Upgrading Rail Infrastructure as an Economic Development Tool

Author: Roger Bardsley, AICP

I very recently returned from a trip to Germany where I attended the wedding of one of my exchange students from 2007-08.  The wedding took place in a 200-year-old Schloss, which is a fancy name for what we would call a plantation house.  It sits in the middle of what was a very large farm in the north German plain.

But, I digress.  Imagine that you lived in country that was taken over by an evil dictator who led everyone into a disastrous war that left the country devastated.  Imagine further that the first evil dictator was replaced by another evil dictator who ruled through fear and intimidation and who did very little to modernize the country or rebuild infrastructure.

That country was East Germany, or the Deutche Democratic Republic (DDR) as it was known when it was reunified with West Germany in October, 1990.  What to do?  There were so many issues, both economic and social, involved in bringing the two countries together.  Berlin was in relatively good shape because much of the city had been part of West Germany.  In the north German plain, however, the farms and farm villages had seen no investment in decades.  This is a large, sparsely-populated area that stretches to the Baltic Sea and relies on farm and forest products for much of its economy.

Fortunately, the area had railroad lines that dated to the 19th Century.  They pass through small towns and villages that were the market centers for their respective agricultural areas.  Each had a station that, at one time, was the heart of the community, handling mail, freight and passenger traffic.  Now, the stations were generally abandoned and the rails themselves were pre-War II vintage.  According to a plaque in the Furstenburg station, a unified Germany decided to completely modernize the rail infrastructure using EU funds.  They electrified the lines, put in new rails and concrete ties, and built new platforms that are H/C accessible.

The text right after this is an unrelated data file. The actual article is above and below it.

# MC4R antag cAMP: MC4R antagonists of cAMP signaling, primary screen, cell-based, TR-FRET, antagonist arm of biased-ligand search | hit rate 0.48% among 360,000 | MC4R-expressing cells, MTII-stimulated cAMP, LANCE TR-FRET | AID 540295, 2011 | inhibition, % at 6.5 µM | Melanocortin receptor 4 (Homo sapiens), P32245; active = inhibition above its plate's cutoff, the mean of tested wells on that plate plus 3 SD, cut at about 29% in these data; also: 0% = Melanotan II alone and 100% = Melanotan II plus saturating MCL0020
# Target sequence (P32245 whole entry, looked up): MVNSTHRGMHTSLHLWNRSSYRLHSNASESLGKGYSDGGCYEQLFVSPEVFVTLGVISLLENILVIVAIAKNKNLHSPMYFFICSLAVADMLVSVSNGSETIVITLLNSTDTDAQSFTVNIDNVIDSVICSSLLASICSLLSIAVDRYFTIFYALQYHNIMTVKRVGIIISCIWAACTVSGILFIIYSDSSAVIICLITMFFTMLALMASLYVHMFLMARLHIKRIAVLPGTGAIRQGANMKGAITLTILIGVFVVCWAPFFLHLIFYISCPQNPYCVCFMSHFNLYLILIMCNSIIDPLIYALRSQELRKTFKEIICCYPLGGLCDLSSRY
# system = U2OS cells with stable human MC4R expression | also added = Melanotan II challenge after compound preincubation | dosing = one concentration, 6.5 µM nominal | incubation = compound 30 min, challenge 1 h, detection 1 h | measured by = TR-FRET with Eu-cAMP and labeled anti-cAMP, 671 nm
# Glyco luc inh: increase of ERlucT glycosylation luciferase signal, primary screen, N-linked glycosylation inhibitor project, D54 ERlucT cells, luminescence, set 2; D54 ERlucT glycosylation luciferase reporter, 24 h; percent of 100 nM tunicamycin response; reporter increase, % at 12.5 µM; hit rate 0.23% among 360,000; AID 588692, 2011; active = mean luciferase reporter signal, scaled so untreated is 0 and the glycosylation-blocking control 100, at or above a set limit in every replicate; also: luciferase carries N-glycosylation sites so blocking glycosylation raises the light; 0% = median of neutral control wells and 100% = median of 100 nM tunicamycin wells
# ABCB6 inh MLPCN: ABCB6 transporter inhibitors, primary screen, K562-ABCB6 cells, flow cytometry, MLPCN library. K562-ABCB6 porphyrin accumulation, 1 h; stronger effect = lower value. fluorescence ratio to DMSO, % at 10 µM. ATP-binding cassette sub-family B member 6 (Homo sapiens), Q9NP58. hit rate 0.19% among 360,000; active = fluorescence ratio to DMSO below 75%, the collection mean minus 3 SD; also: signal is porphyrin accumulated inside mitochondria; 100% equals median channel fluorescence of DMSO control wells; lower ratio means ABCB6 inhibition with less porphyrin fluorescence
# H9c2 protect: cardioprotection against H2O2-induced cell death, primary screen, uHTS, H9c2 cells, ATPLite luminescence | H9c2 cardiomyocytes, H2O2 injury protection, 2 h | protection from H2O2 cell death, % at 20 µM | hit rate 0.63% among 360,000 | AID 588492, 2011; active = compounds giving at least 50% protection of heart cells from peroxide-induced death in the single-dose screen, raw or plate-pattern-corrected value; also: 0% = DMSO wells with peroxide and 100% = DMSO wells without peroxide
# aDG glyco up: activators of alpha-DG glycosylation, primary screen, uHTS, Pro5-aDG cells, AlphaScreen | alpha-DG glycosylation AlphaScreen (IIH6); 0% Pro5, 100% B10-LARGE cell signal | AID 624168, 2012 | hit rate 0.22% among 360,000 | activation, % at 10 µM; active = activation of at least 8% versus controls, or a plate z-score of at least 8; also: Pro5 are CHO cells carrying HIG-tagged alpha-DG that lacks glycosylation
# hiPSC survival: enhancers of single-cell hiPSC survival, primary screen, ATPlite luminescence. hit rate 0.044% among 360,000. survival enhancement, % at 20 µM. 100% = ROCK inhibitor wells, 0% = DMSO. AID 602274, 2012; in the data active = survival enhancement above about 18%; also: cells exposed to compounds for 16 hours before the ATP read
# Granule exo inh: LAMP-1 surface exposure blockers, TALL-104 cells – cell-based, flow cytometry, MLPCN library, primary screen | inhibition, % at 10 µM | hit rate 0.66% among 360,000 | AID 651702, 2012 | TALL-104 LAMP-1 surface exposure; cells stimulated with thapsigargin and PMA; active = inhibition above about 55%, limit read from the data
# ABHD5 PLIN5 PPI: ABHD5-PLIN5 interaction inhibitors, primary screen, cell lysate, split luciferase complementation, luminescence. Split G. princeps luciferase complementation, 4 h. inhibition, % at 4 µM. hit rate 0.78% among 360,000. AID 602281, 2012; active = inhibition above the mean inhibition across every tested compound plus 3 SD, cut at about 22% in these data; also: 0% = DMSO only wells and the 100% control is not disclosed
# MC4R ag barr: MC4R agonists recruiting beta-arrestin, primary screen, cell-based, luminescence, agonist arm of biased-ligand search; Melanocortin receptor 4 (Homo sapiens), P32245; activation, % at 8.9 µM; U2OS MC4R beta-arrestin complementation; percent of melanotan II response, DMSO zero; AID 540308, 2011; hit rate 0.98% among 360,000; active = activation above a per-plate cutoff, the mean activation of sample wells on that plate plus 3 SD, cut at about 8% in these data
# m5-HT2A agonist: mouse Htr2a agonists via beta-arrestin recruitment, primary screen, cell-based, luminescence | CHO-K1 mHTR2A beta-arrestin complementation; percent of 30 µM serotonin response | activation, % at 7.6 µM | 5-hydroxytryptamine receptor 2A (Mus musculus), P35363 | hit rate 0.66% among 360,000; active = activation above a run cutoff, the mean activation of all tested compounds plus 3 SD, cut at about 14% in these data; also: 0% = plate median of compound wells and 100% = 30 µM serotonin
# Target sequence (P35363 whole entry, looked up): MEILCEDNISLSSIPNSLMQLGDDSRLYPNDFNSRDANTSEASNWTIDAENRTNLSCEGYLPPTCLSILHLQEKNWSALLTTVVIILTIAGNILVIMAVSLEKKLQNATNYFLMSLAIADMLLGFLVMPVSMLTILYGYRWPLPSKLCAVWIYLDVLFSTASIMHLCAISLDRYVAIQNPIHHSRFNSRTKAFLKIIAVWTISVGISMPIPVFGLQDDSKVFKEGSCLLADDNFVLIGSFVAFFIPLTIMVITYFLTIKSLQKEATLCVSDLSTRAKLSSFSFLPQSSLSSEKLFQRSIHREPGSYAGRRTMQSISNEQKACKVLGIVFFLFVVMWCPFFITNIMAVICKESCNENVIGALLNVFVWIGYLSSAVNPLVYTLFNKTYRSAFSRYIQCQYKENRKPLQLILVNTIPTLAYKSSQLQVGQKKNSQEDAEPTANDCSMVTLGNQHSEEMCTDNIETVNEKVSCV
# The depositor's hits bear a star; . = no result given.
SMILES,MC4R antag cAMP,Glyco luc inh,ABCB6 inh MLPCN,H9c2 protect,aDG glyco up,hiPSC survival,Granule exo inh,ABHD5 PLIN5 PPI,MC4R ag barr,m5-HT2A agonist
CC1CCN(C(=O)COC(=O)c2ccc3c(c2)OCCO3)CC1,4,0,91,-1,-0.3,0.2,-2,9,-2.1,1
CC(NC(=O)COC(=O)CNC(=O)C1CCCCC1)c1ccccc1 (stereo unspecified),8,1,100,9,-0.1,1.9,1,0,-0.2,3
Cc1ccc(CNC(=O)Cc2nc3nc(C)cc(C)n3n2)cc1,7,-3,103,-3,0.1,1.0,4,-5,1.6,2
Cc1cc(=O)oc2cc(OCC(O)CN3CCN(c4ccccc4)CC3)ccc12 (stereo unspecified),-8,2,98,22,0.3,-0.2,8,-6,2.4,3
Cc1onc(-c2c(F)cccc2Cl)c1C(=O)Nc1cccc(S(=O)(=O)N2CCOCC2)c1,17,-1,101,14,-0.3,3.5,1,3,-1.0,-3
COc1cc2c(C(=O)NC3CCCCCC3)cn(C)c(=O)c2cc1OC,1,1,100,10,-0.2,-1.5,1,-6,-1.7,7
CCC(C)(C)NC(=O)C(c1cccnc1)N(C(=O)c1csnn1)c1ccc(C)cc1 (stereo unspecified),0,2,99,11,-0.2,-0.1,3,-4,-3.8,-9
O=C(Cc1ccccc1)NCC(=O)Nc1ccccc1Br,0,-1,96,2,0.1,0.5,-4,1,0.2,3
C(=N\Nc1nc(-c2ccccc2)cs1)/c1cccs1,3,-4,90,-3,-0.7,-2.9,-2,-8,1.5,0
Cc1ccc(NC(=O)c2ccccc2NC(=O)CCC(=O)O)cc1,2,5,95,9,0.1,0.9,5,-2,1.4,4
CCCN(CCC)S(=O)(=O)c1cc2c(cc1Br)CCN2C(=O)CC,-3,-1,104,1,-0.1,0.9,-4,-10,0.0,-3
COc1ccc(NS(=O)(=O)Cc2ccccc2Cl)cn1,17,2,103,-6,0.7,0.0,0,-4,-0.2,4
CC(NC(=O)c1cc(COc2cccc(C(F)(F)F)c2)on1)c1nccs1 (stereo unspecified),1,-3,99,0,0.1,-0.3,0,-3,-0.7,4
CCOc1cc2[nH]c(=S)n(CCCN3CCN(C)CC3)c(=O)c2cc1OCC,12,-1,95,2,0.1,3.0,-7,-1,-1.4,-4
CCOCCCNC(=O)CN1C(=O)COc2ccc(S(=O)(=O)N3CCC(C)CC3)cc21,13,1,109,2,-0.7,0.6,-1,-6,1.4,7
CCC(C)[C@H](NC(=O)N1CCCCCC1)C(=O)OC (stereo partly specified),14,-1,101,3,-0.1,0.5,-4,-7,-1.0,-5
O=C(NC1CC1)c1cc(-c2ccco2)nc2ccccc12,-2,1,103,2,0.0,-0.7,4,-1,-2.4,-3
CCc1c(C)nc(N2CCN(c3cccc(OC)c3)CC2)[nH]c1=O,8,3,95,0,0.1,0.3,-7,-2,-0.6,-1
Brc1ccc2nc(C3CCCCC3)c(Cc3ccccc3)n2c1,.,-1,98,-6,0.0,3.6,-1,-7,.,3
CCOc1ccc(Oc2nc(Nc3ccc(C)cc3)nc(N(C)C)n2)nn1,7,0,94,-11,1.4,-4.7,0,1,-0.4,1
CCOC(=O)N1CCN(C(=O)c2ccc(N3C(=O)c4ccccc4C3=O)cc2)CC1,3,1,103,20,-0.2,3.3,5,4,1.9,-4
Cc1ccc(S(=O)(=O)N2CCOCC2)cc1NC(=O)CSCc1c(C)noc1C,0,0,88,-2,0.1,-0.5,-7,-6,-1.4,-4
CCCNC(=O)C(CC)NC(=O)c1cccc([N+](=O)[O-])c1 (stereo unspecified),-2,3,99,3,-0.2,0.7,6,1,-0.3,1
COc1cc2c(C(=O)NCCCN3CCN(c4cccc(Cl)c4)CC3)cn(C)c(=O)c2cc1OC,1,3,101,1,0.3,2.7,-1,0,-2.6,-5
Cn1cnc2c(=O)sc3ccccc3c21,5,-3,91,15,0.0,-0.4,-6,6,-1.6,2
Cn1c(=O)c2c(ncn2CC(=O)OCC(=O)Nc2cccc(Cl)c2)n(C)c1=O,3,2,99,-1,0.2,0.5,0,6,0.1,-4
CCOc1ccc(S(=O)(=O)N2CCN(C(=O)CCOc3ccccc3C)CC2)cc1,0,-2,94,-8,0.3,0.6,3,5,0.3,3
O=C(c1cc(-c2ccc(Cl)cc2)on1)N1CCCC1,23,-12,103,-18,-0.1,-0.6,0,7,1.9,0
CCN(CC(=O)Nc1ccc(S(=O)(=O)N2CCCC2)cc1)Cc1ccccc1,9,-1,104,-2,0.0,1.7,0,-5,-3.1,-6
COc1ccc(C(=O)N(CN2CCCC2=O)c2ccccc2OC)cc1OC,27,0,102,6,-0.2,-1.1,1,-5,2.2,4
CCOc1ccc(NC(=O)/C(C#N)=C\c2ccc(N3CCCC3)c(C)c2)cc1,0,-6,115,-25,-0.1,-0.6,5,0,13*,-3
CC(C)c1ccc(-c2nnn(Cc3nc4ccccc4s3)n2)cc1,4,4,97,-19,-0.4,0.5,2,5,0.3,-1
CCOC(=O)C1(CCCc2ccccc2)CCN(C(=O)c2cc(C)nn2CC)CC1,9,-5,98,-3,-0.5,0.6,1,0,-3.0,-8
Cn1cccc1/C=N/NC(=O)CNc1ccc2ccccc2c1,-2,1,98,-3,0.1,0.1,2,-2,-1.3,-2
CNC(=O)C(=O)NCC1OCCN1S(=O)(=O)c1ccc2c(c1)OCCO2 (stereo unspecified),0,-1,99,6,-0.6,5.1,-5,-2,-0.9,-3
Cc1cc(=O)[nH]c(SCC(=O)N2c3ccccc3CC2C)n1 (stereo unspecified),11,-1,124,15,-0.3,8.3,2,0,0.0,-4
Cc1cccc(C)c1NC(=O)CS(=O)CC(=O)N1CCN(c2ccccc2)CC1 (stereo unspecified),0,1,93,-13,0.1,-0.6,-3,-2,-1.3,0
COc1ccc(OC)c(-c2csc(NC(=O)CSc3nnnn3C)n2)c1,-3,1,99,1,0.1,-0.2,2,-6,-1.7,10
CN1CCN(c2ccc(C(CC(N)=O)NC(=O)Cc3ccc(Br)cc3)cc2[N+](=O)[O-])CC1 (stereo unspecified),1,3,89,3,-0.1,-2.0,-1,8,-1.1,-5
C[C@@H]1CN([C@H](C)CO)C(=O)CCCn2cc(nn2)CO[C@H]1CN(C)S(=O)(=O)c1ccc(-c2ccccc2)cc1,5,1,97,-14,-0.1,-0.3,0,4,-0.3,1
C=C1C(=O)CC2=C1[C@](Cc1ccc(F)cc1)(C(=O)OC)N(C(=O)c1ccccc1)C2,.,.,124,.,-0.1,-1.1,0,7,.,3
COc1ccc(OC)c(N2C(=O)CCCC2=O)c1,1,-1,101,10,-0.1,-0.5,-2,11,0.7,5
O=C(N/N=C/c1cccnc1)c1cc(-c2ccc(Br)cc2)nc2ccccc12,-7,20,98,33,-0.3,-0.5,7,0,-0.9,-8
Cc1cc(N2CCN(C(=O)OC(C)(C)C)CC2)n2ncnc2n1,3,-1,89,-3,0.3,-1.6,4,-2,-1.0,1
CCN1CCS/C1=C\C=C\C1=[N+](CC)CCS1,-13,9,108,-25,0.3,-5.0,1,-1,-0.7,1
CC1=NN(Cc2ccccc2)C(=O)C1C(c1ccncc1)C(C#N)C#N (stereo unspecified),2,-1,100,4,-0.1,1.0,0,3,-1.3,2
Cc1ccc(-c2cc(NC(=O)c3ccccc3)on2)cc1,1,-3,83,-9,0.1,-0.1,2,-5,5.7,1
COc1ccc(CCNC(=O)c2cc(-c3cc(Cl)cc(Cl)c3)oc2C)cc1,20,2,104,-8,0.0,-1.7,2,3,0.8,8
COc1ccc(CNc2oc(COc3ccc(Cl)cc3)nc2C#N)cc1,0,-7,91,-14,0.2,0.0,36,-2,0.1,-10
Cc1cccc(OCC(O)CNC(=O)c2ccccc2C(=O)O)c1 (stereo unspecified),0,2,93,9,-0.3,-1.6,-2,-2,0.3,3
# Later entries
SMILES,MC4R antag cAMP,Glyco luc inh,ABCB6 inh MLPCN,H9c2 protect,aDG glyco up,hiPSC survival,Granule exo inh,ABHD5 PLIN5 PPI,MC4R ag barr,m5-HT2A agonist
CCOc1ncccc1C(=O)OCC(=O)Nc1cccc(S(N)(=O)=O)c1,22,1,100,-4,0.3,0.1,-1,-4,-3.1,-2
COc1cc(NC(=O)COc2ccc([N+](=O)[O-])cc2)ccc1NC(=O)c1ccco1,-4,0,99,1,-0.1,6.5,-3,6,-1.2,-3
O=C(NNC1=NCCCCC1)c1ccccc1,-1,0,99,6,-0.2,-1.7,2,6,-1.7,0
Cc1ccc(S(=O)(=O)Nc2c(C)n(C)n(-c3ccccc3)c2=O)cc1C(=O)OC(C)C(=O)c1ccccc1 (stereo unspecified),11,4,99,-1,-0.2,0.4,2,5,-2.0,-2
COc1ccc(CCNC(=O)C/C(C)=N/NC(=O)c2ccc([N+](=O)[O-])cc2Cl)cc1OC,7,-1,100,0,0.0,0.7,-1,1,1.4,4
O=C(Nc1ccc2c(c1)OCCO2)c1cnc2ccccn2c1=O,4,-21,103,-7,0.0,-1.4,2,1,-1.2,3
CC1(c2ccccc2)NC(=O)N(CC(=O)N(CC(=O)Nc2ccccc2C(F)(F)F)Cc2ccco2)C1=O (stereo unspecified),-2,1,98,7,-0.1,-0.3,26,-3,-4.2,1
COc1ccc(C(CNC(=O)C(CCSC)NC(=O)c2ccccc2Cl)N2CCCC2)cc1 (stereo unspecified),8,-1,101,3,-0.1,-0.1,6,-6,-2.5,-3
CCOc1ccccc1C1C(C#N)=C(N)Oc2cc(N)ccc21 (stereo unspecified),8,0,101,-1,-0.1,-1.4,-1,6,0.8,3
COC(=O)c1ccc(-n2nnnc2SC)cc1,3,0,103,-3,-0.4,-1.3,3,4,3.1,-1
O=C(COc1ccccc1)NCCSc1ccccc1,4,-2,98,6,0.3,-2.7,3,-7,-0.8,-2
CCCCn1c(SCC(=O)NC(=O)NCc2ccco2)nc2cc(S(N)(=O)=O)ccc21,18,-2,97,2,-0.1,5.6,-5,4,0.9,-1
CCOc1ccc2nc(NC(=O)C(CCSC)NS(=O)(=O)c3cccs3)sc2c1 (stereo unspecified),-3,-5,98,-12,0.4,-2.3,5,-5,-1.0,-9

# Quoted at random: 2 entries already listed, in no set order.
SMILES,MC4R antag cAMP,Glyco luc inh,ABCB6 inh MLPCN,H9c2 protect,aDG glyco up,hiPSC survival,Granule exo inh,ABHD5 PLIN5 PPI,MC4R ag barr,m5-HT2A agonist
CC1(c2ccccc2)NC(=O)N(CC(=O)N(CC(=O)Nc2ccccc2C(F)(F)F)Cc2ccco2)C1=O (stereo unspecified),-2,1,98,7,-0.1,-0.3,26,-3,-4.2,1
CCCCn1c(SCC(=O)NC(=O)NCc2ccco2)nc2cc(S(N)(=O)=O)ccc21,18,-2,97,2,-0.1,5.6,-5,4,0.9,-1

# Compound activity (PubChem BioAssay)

The result is that 1) Deutche Bahn can run modern electrically-powered trains on the tracks, and 2) The rural area is linked to Berlin and other employment centers by hourly train service.  Freight service has also been improved.

While impressed by what I had seen, I took a closer look at the infrastructure on my way back from the wedding, headed to Dresden (also in the former DDR).  To my surprise, I saw numerous new overpasses and underpasses either recently completed or under construction.  Apparently, electrification and track upgrades were only phase 1.  Phase 2 was eliminating as many at-grade crossings as possible, making the railroad safer and probably able to operate at higher speeds.  Sadly, the old stations are still boarded up.  Instead, travelers simply insert a credit card in a ticket machine instead of needing to buy a ticket from a station agent.